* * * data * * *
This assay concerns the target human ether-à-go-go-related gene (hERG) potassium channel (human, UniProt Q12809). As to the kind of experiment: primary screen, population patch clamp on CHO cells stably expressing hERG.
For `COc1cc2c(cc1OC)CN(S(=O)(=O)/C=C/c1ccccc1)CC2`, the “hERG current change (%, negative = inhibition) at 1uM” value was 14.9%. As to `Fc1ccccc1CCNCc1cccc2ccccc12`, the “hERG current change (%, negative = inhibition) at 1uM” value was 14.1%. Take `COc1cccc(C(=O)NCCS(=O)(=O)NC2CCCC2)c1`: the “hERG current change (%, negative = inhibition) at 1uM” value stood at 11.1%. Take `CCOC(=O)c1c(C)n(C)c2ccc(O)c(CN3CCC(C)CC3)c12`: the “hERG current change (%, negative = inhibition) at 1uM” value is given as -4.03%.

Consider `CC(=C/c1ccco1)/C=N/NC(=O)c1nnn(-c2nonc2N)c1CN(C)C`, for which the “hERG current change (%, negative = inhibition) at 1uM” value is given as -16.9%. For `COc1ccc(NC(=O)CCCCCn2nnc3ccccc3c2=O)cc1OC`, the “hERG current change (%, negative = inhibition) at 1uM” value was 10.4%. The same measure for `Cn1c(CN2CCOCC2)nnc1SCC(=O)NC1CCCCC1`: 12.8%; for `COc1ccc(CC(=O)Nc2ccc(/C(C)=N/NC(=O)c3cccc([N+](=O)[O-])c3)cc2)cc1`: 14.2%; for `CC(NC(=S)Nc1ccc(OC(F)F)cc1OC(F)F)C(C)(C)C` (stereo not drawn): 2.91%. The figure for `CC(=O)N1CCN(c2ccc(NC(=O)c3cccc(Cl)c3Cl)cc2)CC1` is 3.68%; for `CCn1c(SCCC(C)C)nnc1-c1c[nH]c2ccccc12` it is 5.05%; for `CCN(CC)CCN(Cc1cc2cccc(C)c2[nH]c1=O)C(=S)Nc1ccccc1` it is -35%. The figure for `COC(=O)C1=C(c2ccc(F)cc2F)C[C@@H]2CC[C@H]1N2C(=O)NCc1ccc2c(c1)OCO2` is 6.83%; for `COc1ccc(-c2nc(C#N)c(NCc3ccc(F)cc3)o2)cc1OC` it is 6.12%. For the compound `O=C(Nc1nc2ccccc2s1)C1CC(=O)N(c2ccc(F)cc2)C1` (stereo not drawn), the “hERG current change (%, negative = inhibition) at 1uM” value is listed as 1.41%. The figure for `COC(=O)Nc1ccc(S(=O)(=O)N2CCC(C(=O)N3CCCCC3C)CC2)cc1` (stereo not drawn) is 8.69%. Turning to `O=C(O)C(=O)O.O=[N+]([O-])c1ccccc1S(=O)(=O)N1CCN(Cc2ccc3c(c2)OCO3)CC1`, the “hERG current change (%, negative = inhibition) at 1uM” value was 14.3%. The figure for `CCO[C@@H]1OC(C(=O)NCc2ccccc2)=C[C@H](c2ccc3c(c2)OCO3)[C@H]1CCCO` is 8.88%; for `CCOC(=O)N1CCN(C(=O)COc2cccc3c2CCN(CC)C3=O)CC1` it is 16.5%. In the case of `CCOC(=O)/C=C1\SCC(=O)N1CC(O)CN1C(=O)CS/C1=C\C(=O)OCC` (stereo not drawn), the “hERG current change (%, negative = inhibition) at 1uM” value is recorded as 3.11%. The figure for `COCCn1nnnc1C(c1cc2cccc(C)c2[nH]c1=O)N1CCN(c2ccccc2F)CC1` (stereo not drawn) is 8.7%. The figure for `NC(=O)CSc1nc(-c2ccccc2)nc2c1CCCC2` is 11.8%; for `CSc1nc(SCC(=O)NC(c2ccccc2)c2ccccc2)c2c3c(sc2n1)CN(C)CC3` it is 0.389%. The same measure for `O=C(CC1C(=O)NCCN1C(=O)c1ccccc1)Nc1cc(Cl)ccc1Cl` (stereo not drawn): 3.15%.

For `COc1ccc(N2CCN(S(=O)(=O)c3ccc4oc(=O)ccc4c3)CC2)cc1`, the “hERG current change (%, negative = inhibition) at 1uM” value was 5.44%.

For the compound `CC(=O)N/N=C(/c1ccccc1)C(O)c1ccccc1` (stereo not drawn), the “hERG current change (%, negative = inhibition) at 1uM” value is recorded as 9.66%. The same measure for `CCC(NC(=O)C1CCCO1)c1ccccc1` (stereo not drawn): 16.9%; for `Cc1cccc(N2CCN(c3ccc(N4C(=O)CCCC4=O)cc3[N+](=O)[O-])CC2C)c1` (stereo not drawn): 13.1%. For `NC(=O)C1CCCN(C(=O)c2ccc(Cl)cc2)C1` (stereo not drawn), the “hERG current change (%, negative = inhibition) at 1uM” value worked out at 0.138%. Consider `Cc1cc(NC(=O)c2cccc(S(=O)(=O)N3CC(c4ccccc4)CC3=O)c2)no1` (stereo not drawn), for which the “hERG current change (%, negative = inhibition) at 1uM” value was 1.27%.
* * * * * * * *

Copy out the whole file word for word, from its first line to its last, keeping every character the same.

This assay concerns the target human ether-à-go-go-related gene (hERG) potassium channel (human, UniProt Q12809). As to the kind of experiment: primary screen, population patch clamp on CHO cells stably expressing hERG.
For `COc1cc2c(cc1OC)CN(S(=O)(=O)/C=C/c1ccccc1)CC2`, the “hERG current change (%, negative = inhibition) at 1uM” value was 14.9%. As to `Fc1ccccc1CCNCc1cccc2ccccc12`, the “hERG current change (%, negative = inhibition) at 1uM” value was 14.1%. Take `COc1cccc(C(=O)NCCS(=O)(=O)NC2CCCC2)c1`: the “hERG current change (%, negative = inhibition) at 1uM” value stood at 11.1%. Take `CCOC(=O)c1c(C)n(C)c2ccc(O)c(CN3CCC(C)CC3)c12`: the “hERG current change (%, negative = inhibition) at 1uM” value is given as -4.03%.

Consider `CC(=C/c1ccco1)/C=N/NC(=O)c1nnn(-c2nonc2N)c1CN(C)C`, for which the “hERG current change (%, negative = inhibition) at 1uM” value is given as -16.9%. For `COc1ccc(NC(=O)CCCCCn2nnc3ccccc3c2=O)cc1OC`, the “hERG current change (%, negative = inhibition) at 1uM” value was 10.4%. The same measure for `Cn1c(CN2CCOCC2)nnc1SCC(=O)NC1CCCCC1`: 12.8%; for `COc1ccc(CC(=O)Nc2ccc(/C(C)=N/NC(=O)c3cccc([N+](=O)[O-])c3)cc2)cc1`: 14.2%; for `CC(NC(=S)Nc1ccc(OC(F)F)cc1OC(F)F)C(C)(C)C` (stereo not drawn): 2.91%. The figure for `CC(=O)N1CCN(c2ccc(NC(=O)c3cccc(Cl)c3Cl)cc2)CC1` is 3.68%; for `CCn1c(SCCC(C)C)nnc1-c1c[nH]c2ccccc12` it is 5.05%; for `CCN(CC)CCN(Cc1cc2cccc(C)c2[nH]c1=O)C(=S)Nc1ccccc1` it is -35%. The figure for `COC(=O)C1=C(c2ccc(F)cc2F)C[C@@H]2CC[C@H]1N2C(=O)NCc1ccc2c(c1)OCO2` is 6.83%; for `COc1ccc(-c2nc(C#N)c(NCc3ccc(F)cc3)o2)cc1OC` it is 6.12%. For the compound `O=C(Nc1nc2ccccc2s1)C1CC(=O)N(c2ccc(F)cc2)C1` (stereo not drawn), the “hERG current change (%, negative = inhibition) at 1uM” value is listed as 1.41%. The figure for `COC(=O)Nc1ccc(S(=O)(=O)N2CCC(C(=O)N3CCCCC3C)CC2)cc1` (stereo not drawn) is 8.69%. Turning to `O=C(O)C(=O)O.O=[N+]([O-])c1ccccc1S(=O)(=O)N1CCN(Cc2ccc3c(c2)OCO3)CC1`, the “hERG current change (%, negative = inhibition) at 1uM” value was 14.3%. The figure for `CCO[C@@H]1OC(C(=O)NCc2ccccc2)=C[C@H](c2ccc3c(c2)OCO3)[C@H]1CCCO` is 8.88%; for `CCOC(=O)N1CCN(C(=O)COc2cccc3c2CCN(CC)C3=O)CC1` it is 16.5%. In the case of `CCOC(=O)/C=C1\SCC(=O)N1CC(O)CN1C(=O)CS/C1=C\C(=O)OCC` (stereo not drawn), the “hERG current change (%, negative = inhibition) at 1uM” value is recorded as 3.11%. The figure for `COCCn1nnnc1C(c1cc2cccc(C)c2[nH]c1=O)N1CCN(c2ccccc2F)CC1` (stereo not drawn) is 8.7%. The figure for `NC(=O)CSc1nc(-c2ccccc2)nc2c1CCCC2` is 11.8%; for `CSc1nc(SCC(=O)NC(c2ccccc2)c2ccccc2)c2c3c(sc2n1)CN(C)CC3` it is 0.389%. The same measure for `O=C(CC1C(=O)NCCN1C(=O)c1ccccc1)Nc1cc(Cl)ccc1Cl` (stereo not drawn): 3.15%.

For `COc1ccc(N2CCN(S(=O)(=O)c3ccc4oc(=O)ccc4c3)CC2)cc1`, the “hERG current change (%, negative = inhibition) at 1uM” value was 5.44%.

For the compound `CC(=O)N/N=C(/c1ccccc1)C(O)c1ccccc1` (stereo not drawn), the “hERG current change (%, negative = inhibition) at 1uM” value is recorded as 9.66%. The same measure for `CCC(NC(=O)C1CCCO1)c1ccccc1` (stereo not drawn): 16.9%; for `Cc1cccc(N2CCN(c3ccc(N4C(=O)CCCC4=O)cc3[N+](=O)[O-])CC2C)c1` (stereo not drawn): 13.1%. For `NC(=O)C1CCCN(C(=O)c2ccc(Cl)cc2)C1` (stereo not drawn), the “hERG current change (%, negative = inhibition) at 1uM” value worked out at 0.138%. Consider `Cc1cc(NC(=O)c2cccc(S(=O)(=O)N3CC(c4ccccc4)CC3=O)c2)no1` (stereo not drawn), for which the “hERG current change (%, negative = inhibition) at 1uM” value was 1.27%.